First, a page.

County Awaits Environmental Inspection of Highway Shop

Door County’s Property Committee got a first look on Jan. 13 at what it would take to rehabilitate the former county highway shop on 14th Avenue in Sturgeon Bay to house the county’s EMS headquarters and create a new home for the crowded senior citizen center.

“I think we’re bringing good news today about the alternative approach,” said John Cain of the Milwaukee-based Venture Architects, the firm hired to conduct a feasibility study on the potential of rehabbing the building.

“This is a really sustainable project. It really has that potential,” Cain told the committee.

The county had previously considered two separate facilities for the two very different county services – the EMS headquarters on property leased from Ministry Door County Medical Center and the senior center at its present location on 14th Avenue.

An artist’s rendering of how the rehabbed old county highway shop could look as the new EMS headquarters and senior center. Image provided by Venture Architects.

An artist’s rendering of how the rehabbed old county highway shop could look as the new EMS headquarters and senior center. Image provided by Venture Architects.

Cain said the cost of rehabbing the highway shop would come to $9,216,889, or about half a million less than the estimated cost for the two separate buildings at two different locations.

“I’d like to think that’s good news for those who would really like to see this concept go forward,” Cain said.

However, Cain pointed out that the only thing not included in the project budget is environmental mitigation at the old highway shop, which served as the county garage and fuel storage and fill-up facility. Two underground tanks continue to be used for the municipal filling station used by a wide variety of governmental bodies, including county, city and school vehicles.

County Administrator Ken Pabich said those tanks are nearing the end of their life anyway, so this would be a good time to end their service and place new tanks in a different location, possibly across the street on another county-owned plot.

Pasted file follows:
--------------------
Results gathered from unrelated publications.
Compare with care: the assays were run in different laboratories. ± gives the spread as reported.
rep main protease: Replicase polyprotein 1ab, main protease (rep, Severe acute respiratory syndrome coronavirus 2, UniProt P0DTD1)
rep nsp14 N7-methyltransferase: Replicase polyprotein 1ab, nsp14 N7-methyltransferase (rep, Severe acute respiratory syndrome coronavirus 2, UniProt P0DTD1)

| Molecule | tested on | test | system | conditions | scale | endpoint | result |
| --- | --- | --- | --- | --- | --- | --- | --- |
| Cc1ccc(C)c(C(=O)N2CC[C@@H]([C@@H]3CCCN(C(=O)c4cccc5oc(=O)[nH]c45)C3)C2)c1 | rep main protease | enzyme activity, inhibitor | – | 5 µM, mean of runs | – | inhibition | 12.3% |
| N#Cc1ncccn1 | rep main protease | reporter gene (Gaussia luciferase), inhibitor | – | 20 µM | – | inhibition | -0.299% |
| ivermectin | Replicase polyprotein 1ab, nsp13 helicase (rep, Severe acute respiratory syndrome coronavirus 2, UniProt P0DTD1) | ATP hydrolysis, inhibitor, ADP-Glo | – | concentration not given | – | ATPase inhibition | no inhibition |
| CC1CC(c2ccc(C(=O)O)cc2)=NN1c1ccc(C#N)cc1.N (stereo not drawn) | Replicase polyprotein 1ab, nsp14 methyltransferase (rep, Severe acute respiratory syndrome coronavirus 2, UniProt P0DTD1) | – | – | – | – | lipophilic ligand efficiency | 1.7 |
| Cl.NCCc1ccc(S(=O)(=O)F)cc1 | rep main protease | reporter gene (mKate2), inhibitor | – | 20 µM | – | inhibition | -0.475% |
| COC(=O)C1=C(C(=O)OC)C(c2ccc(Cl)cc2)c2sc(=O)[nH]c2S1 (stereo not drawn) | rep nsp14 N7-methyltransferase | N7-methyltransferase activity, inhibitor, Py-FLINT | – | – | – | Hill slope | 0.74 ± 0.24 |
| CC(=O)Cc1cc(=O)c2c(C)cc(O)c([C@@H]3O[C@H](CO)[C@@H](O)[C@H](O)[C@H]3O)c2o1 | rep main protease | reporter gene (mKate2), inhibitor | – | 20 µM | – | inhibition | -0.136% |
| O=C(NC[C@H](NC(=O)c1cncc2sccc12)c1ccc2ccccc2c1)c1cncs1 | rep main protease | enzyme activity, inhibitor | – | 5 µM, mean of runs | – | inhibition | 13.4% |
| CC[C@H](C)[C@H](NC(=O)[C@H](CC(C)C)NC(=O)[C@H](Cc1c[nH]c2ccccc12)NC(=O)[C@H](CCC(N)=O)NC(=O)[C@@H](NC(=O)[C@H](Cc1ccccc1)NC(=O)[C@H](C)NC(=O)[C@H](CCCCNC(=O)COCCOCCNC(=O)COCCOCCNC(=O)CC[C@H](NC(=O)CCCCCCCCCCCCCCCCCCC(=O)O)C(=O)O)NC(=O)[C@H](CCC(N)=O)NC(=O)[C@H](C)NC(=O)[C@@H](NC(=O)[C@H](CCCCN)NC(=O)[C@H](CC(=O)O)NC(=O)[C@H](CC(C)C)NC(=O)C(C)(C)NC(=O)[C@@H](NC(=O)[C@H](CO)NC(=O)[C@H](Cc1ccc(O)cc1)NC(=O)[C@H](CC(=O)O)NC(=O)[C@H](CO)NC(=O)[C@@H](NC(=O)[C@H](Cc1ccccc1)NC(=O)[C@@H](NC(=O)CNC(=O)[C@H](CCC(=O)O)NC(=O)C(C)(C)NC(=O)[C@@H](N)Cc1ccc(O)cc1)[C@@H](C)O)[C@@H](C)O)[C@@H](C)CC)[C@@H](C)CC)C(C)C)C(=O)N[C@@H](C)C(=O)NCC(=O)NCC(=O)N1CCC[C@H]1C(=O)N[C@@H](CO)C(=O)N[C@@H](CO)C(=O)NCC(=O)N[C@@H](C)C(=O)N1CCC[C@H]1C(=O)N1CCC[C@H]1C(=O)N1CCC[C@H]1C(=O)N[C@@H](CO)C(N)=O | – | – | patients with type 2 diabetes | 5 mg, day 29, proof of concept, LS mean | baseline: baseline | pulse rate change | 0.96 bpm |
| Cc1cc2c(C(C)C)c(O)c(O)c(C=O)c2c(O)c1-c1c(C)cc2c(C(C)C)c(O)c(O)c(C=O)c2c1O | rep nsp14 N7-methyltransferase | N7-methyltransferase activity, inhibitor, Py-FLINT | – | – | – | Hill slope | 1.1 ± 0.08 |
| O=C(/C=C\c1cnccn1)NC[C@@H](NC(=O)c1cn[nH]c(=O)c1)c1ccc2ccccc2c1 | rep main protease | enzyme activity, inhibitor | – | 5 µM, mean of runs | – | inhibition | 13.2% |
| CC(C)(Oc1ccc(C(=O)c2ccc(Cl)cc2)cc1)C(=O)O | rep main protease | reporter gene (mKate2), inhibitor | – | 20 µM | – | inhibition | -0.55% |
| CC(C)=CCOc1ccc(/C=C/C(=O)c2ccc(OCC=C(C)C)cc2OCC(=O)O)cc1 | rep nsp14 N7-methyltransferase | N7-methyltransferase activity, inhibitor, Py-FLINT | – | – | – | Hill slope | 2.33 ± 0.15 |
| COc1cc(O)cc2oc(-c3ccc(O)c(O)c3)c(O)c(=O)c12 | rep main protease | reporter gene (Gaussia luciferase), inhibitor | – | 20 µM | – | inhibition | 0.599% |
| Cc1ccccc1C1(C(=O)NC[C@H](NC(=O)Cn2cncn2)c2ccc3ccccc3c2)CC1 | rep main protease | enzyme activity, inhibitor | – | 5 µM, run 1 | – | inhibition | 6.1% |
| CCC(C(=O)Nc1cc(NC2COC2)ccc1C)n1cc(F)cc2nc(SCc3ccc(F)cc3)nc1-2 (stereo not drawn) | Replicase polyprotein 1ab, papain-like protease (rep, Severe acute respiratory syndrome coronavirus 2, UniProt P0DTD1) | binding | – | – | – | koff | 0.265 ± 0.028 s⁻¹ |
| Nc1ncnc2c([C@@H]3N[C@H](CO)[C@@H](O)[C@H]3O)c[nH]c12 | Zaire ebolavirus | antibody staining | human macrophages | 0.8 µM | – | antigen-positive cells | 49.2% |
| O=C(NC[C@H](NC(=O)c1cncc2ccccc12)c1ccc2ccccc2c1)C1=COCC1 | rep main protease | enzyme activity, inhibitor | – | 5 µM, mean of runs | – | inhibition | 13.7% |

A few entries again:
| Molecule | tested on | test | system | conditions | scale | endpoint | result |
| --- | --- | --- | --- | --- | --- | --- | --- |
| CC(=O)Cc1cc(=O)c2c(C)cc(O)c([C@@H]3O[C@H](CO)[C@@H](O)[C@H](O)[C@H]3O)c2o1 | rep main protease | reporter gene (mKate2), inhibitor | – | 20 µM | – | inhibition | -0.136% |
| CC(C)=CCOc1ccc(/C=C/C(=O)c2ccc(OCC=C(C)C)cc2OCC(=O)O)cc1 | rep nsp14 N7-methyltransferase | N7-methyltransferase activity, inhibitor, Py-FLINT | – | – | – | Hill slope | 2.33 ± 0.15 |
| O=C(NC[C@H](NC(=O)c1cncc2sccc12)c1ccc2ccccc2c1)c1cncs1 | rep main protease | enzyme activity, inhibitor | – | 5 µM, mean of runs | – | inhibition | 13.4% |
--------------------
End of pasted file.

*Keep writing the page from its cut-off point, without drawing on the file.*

There was also concern from several committee members that the porous material in the building would be permeated with years of diesel fumes, making the building uninhabitable after the rehab.

Cain reassured the committee that it would work with Paul Davis Restoration, Inc., of Milwaukee, a firm experienced in removing odors from buildings.

“We still don’t know if it’s livable,” said committee member Richard Haines. “You’re going to put people in there. For the same amount of money, you can build two new buildings and you know they’re not going to be smelly.”

Committee Chair Richard Virlee said with modern fresh air exchanges, old smells should not be a problem.

“We’re talking about $10 million. We need to know for sure,” said committee member Jon Koch. “We have yet to hear from a professional about how it can be done, with assurances. You’re going to have to convince me that it’s livable.”

The meeting started out with the idea that Cain and Craig Schuh, a municipal engineer with the Green Bay-based Ayres Associates, and two representatives from the Immel Construction firm would present details on the rehabilitation of the old highway shop and that it would be approved by the committee for consideration by the full board of supervisors at its Jan. 26 meeting. However, because of the environmental concerns, it was decided that a representative of Paul Davis Restoration would explain to the committee at its Feb. 1 meeting what could be done to mitigate contamination at the site.

“This is their specialty,” Cain said.

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